Data Cache Unit

Data cache unit 160 (DCU) manages all requests for data in data cache 165. Data cache requests can come from dribbling manager 151 or execution unit 140. Data cache controller 161 arbitrates between these requests giving priority to the execution unit requests. In response to a request, data cache controller 161 generates address, data and control signals for the data and tags RAMs in data cache 165. For a data cache hit, data cache controller 161 reorders the data RAM output to provide the right data.

Data cache controller 161 also generates requests to I/O bus and memory interface unit 110 in case of data cache misses, and in case of non-cacheable loads and stores. Data cache controller 161 provides the data path and control logic for processing non-cacheable requests, and the data path and data path control functions for handling cache misses.

For data cache hits, data cache unit 160 returns data to execution unit 140 in one cycle for loads. Data cache unit 160 also takes one cycle for write hits. In case of a cache miss, data cache unit 160 stalls the pipeline until the requested data is available from the external memory. For both non-cacheable loads and stores, data cache 161 is bypassed and requests are sent to I/O bus and memory interface unit 110. Non-aligned loads and stores to data cache 165 trap in software.

Data cache 165 is a two-way set associative, write back, write allocate, 16-byte line cache. The cache size is configurable to 0, 1, 2, 4, 8, 16 Kbyte sizes. The default size is 8 Kbytes. Each line has a cache tag store entry associated with the line. On a cache miss, 16 bytes of data are written into cache 165 from external memory.

Each data cache tag contains a 20-bit address tag field, one valid bit, and one dirty bit. Each cache tag is also associated with a least recently used bit that is used for replacement policy. To support multiple cache sizes, the width of the tag fields also can be varied. If a cache enable bit in processor service register is not set, loads and stores are treated like non-cacheable instructions by data cache controller 161.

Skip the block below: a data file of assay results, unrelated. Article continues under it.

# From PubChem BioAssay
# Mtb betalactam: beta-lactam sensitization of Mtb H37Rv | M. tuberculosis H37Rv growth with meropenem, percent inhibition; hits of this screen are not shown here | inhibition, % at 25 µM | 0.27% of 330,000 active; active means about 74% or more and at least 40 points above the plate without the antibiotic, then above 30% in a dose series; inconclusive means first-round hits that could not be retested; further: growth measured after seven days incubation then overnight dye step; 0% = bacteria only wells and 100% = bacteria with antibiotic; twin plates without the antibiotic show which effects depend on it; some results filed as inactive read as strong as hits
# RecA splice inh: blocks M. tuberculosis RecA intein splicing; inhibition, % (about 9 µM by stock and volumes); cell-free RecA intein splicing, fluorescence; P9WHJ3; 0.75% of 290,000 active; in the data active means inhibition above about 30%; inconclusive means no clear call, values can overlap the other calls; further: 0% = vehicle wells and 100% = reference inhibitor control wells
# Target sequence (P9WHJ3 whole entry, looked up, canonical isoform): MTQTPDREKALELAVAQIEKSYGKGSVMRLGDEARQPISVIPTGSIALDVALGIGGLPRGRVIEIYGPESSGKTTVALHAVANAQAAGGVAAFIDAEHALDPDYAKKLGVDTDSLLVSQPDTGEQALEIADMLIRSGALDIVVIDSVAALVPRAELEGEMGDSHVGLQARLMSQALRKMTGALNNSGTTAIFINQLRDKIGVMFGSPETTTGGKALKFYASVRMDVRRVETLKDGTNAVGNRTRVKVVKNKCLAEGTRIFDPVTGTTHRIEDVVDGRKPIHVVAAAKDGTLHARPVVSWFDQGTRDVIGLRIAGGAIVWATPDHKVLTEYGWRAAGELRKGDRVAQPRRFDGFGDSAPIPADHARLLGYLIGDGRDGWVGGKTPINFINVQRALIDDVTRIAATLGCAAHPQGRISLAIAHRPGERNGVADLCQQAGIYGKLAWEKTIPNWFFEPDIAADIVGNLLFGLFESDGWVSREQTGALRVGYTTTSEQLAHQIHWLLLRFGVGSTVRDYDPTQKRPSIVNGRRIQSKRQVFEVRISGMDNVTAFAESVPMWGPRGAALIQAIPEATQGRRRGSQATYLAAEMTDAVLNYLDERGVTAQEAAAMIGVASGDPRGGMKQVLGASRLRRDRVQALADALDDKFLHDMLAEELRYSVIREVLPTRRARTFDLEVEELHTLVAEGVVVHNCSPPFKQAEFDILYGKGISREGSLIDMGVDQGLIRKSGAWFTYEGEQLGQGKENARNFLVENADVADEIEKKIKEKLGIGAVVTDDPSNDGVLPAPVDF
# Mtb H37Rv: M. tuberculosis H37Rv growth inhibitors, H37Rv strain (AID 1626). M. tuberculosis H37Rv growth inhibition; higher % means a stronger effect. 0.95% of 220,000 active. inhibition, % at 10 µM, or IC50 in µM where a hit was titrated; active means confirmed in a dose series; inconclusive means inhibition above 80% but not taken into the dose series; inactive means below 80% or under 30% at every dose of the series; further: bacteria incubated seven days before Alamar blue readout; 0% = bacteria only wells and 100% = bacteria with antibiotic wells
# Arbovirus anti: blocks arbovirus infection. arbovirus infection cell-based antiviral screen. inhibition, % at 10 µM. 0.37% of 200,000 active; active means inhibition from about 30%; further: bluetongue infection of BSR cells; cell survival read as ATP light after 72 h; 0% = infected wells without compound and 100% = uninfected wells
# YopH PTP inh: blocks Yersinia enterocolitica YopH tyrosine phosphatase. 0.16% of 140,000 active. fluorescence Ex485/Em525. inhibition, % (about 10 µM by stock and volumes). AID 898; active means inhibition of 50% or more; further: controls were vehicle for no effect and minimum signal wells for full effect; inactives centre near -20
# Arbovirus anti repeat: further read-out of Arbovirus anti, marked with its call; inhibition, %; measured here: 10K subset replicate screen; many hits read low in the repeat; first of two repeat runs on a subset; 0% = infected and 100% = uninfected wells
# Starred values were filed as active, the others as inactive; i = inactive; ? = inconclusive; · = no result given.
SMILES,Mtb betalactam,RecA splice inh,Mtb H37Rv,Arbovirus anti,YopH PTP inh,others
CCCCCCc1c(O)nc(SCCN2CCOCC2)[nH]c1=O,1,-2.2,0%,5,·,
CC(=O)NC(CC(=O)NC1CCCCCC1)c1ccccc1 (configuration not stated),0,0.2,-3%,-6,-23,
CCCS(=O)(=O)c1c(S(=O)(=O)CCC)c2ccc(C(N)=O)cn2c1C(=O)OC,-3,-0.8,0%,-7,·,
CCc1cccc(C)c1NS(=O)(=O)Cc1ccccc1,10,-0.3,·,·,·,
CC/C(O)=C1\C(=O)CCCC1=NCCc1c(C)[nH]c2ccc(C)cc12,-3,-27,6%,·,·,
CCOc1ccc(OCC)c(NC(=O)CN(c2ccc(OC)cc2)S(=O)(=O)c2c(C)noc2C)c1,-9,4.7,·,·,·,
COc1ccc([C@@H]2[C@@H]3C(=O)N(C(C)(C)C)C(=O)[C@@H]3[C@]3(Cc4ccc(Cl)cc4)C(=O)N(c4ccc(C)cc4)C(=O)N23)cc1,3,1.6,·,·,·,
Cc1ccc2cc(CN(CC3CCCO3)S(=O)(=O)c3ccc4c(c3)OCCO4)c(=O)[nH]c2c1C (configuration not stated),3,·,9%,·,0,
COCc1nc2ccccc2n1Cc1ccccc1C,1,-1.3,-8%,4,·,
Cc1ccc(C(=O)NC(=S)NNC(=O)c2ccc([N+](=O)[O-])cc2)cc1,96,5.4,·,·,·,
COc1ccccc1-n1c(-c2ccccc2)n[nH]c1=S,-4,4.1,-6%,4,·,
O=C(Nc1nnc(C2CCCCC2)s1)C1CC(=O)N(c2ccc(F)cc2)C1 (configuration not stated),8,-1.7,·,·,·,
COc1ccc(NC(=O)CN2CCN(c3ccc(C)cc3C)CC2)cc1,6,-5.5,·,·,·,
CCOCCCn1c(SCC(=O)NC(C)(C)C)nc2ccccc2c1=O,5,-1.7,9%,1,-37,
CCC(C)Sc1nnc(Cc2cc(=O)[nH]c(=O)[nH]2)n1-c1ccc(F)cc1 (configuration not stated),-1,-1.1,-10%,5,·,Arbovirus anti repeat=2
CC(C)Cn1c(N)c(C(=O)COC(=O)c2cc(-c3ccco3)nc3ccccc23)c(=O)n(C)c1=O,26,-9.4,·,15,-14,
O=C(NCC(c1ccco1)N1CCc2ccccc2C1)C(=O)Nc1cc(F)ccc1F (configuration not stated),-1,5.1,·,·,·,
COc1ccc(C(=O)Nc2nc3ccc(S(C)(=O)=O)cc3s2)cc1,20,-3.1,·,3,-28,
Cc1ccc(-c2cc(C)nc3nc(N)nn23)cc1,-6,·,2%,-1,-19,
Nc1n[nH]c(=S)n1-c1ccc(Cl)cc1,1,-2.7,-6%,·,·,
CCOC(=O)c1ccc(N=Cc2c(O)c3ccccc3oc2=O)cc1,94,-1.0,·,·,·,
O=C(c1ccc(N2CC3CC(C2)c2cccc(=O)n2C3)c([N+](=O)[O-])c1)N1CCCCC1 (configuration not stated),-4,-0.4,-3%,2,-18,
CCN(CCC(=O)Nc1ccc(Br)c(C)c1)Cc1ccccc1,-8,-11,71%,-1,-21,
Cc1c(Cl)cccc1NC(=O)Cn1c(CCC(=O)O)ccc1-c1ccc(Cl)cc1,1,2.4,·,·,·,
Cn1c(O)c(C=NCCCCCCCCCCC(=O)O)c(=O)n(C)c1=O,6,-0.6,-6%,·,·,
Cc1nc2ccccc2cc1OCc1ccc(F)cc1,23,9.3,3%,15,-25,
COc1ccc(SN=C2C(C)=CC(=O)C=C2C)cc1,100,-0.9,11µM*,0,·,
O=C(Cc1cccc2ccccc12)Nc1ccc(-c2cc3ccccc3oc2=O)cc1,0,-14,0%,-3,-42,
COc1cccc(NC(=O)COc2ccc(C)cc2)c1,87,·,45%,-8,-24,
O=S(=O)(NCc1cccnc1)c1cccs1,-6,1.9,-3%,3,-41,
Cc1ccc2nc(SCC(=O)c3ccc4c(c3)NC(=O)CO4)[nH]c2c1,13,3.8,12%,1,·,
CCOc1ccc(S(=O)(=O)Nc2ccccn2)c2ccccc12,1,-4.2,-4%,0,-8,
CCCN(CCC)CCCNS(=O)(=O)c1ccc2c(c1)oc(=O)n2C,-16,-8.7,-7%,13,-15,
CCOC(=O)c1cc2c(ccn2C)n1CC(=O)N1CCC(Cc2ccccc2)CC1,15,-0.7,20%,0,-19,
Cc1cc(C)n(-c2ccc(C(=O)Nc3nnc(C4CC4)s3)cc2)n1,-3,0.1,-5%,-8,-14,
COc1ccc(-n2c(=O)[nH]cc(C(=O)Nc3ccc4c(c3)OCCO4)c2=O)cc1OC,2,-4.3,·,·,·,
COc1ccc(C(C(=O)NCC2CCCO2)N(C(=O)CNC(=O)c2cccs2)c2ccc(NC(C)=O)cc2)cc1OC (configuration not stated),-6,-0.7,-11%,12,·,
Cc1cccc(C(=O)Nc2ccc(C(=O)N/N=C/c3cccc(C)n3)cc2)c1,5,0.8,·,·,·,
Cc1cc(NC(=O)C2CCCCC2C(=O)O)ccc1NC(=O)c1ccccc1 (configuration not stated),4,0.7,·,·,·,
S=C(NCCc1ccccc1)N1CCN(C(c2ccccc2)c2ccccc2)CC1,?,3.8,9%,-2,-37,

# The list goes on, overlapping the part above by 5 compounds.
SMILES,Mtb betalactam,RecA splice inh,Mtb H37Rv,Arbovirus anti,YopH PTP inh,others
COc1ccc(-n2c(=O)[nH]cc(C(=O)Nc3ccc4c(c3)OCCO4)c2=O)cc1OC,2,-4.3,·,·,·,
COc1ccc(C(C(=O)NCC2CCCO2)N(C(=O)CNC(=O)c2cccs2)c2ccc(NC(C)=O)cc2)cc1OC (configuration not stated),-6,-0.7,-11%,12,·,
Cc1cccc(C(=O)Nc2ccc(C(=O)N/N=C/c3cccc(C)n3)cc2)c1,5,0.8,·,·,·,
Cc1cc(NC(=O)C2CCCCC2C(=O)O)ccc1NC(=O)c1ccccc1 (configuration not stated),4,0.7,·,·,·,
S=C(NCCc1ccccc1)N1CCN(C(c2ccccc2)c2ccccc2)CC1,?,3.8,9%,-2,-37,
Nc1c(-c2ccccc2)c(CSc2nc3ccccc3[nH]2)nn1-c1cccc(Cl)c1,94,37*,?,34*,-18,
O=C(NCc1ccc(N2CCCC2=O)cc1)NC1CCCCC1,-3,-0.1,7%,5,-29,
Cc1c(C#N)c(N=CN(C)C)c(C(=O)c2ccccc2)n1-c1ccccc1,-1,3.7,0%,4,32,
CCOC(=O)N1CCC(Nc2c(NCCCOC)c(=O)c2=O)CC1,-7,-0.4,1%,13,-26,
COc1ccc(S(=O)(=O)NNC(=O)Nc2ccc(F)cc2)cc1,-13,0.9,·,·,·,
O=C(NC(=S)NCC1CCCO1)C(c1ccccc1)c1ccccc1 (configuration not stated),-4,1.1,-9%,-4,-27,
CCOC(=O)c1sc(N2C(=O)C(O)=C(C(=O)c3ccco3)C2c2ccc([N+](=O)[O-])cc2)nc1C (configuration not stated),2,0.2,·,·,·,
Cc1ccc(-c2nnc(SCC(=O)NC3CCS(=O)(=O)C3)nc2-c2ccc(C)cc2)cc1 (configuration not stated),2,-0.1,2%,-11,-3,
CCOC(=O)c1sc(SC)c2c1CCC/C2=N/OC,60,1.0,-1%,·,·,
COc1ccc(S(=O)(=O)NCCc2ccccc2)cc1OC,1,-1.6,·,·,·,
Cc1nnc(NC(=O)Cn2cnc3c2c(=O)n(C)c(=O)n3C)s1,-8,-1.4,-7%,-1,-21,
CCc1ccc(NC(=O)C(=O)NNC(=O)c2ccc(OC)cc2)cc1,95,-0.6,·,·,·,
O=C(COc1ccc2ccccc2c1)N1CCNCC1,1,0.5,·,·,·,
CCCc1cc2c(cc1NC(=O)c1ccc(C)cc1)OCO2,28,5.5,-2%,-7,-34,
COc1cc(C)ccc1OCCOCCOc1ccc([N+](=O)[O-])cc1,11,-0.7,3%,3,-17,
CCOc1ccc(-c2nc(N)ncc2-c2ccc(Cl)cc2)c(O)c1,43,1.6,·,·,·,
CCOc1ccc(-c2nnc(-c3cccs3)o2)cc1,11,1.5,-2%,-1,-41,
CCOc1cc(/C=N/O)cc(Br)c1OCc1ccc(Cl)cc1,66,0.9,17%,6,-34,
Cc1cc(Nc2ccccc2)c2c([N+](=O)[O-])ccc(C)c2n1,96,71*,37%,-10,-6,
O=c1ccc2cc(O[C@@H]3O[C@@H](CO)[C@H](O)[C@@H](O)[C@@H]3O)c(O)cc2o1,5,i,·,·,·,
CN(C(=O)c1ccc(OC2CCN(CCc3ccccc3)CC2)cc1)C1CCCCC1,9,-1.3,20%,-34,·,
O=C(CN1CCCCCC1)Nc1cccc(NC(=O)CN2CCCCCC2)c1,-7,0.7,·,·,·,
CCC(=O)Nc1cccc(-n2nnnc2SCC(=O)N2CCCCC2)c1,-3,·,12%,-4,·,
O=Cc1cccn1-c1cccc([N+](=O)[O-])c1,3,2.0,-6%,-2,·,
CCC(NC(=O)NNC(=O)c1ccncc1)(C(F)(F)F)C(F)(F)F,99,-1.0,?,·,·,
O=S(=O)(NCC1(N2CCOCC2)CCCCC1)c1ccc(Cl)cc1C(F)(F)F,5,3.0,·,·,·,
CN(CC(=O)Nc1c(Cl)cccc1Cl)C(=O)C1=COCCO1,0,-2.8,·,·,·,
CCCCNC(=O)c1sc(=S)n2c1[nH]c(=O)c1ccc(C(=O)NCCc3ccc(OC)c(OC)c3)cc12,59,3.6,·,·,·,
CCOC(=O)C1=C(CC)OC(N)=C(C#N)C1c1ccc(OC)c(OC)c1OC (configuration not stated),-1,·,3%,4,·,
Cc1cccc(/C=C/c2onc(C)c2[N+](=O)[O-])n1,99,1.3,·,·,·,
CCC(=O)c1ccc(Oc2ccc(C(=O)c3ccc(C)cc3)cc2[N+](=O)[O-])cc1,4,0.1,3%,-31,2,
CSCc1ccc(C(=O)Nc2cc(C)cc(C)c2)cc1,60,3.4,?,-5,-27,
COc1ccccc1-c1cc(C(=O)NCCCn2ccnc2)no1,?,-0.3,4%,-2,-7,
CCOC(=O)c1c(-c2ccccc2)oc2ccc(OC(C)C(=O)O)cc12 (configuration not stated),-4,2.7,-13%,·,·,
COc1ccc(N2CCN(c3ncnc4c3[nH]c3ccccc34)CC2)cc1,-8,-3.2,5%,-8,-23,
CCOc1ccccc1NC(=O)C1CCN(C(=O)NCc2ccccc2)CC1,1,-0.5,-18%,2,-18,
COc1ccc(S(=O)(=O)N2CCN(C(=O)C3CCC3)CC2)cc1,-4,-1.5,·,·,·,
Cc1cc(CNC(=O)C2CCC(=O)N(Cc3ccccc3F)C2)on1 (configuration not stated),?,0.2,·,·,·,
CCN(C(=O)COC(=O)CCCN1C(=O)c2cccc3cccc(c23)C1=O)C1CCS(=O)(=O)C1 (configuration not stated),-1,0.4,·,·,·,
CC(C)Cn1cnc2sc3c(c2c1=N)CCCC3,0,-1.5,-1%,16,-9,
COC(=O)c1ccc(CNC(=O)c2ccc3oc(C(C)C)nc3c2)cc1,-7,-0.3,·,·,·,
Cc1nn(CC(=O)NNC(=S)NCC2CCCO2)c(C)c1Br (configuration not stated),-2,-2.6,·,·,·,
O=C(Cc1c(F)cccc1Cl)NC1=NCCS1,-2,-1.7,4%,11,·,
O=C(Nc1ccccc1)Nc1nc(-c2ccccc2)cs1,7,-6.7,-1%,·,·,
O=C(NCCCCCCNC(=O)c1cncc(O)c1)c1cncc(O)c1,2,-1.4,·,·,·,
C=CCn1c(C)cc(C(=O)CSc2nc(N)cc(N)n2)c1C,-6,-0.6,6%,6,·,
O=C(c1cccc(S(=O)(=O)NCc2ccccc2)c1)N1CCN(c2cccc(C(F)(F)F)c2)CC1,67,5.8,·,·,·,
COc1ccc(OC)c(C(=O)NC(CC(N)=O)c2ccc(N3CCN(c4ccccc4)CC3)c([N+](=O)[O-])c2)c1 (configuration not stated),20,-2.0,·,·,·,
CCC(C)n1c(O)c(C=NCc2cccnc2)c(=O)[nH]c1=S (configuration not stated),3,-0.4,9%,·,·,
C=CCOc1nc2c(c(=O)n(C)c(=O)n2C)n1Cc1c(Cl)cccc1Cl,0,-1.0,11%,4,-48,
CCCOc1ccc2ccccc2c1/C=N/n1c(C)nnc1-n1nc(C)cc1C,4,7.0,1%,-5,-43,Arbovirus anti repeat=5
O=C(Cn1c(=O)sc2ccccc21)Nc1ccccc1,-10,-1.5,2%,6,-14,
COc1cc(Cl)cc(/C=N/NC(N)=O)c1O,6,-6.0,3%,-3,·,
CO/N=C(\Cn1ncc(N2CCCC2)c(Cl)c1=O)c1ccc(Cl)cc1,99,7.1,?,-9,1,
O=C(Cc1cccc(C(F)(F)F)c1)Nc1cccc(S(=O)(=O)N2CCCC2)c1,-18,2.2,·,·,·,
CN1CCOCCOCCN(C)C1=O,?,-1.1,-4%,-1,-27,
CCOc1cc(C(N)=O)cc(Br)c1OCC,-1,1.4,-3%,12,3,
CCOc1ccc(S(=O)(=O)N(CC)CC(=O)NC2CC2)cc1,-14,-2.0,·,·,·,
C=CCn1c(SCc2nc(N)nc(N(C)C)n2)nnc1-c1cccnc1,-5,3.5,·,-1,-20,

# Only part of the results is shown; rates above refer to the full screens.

A single sixteen-byte write back buffer is provided for writing back dirty cache lines which need to be replaced. Data cache unit 160 can provide a maximum of four bytes on a read and a maximum of four bytes of data can be written into cache 161 in a single cycle. Diagnostic reads and writes can be done on the caches.

Memory Allocation Accelerator

In one embodiment, data cache unit 165 includes a memory allocation accelerator 166. Typically, when a new object is created, fields for the object are fetched from external memory, stored in data cache 165 and then the field is cleared to zero. This is a time consuming process that is eliminated by memory allocation accelerator 166. When a new object is created, no fields are retrieved from external memory. Rather, memory allocation accelerator 160 simply stores a line of zeros in data cache 165 and marks that line of data cache 165 as dirty. Memory allocation accelerator 166 is particularly advantageous with a write-back cache. Since memory allocation accelerator 166 eliminates the external memory access each time a new object is created, the performance of hardware processor 100 is enhanced.

Floating Point Unit

Floating point unit (FPU) 143 includes a microcode sequencer, input/output section with input/output registers, a floating point adder, i.e., an ALU, and a floating point multiply/divide unit. The microcode sequencer controls the microcode flow and microcode branches. The input/output section provides the control for input/output data transactions, and provides the input data loading and output data unloading registers. These registers also provide intermediate result storage.